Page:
Art about Safer Brave Space at Going Dutch Festival

Michele Beaulieux stands with her oil pastel triptych, “Jam Series,” at the Side Street Studio Arts Gallery in Elgin, Illinois
Photo by Ivette De Santiago

I had a great weekend in Elgin, seeing the amazing historic homes, biking the Fox River trail, consignment store shopping, visiting with my gracious host and hostess (who makes beautiful purses), and going to the Going Dutch Festival at Side Street Studio Arts. I attended thought-provoking workshops and dance performances, had meaningful discussions with other artists, and explored Elgin with friends who came out to see the show.

My triptych, “Jam Series,” looked great! It was very well lit and had good company with the other pieces in the visual art exhibition of the festival. “Jam Series” illustrates my article, “Starting By Believing Maria: Responding to Sexual Violence in Safer Brave Contact Improvisation Spaces,” published in Contact Quarterly CI Newsletter. In the article, I recount how a contact improvisation dance jam group gave a serial violator, dubbed “Roland,” chance after chance to reform even as women continued to leave the group after uncomfortable encounters with him. The first oil pastel in the triptych, “Jam with Roland: Just say ‘No,’” depicts a space in which Roland has free rein. The onus is on potential victims to object and say “no.”

Then, in the article, I provide a counterstory. A counterstory is a story with an alternative outcome that represents a moral shift from the dominant story. Counterstories allow us to move beyond being reactive to being proactive. They help us envision the world in which we want to live. I imagine a scenario in which the group believes and supports the first woman to complain. I call her “Maria.” The second drawing in the triptych, titled “Believing Maria,” depicts this tumultuous transition to supporting people who come forward alleging violations.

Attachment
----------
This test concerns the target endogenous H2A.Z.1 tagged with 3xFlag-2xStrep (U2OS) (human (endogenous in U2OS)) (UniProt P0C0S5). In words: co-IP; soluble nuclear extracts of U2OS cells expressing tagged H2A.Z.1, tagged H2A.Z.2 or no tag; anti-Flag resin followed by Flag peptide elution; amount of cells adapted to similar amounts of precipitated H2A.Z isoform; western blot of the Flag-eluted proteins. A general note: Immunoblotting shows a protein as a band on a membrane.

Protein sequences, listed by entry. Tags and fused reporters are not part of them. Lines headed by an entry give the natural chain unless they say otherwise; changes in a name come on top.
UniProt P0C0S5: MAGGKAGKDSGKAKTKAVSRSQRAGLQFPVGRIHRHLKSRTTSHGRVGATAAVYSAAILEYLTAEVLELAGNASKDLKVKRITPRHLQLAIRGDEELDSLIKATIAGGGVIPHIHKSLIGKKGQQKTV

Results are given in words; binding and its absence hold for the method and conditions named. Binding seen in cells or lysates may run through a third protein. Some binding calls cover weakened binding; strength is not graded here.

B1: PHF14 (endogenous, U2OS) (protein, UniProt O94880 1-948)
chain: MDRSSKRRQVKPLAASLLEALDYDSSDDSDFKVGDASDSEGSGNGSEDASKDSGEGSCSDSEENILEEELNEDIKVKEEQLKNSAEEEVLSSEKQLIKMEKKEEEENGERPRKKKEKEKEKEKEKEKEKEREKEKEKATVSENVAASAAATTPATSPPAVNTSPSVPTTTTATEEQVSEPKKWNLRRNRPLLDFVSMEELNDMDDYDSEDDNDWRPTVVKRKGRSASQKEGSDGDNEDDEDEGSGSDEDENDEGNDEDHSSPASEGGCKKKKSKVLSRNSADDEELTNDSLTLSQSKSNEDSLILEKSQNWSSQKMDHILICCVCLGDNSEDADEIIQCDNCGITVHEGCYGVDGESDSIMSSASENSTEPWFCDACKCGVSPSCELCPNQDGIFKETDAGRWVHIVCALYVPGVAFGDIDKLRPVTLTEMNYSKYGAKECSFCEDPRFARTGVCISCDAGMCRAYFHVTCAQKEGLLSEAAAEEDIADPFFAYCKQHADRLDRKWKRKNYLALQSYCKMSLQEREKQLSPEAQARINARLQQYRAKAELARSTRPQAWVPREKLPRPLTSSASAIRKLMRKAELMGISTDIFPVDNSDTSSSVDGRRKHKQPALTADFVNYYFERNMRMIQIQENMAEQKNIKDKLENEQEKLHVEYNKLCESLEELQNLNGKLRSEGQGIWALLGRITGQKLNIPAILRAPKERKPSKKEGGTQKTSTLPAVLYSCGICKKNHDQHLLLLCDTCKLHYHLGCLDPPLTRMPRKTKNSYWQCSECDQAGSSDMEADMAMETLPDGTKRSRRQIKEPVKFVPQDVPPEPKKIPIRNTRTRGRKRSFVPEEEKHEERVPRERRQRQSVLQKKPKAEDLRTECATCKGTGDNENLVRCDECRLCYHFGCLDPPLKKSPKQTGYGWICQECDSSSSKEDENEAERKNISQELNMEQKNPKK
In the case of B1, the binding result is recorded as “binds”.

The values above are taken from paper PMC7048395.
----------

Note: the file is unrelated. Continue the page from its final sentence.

The final drawing, “Jam with Maria: Listening for ‘Yes,’” imagines a culture of consent in which people listen for “yes.” The group has clear boundaries and has set expectations for participants. Roland is not welcome until he takes responsibility for his transgressions.

The group has established “safer brave space.” A safer brave space is a place where we feel safe enough to be brave, where being brave is as safe as possible. I coined the term, safer brave space, when exploring how to create a culture of consent in contact improvisation dance jams, but the concept is relevant for many types of gatherings in which people participate voluntarily and risk vulnerability.

In the blog post, “Can’t We Just Dance? A Counterstory,” I share another counterstory in which a group seeks to create safer brave space from the ground up.

At the festival, I was not the only artist addressing sexual violence. Unfortunately, that topic is relevant for a celebration of the female voice in dance, music, theater, and the visual arts. May its relevance diminish going forward …

The show is open Fridays 3-7 pm, Saturdays 12-6 pm, and Sundays 11 am-3 pm through June 25th, 2022 at the Side Street Studio Arts Gallery, 15 Ziegler Court, Elgin, IL 


© 2022 Michele Beaulieux … Licensed under a Creative Commons Attribution-NonCommercial-ShareAlike 4.0 International License. That means you are free to share and adapt as long as you attribute to Michele Beaulieux, don’t use for commercial purposes, and use this same license. And if you do share, I’d love to know! I continue to revise, so to avoid sharing an outdated version, I recommend linking to this page, where I provide the date of the current iteration: 7.26.22

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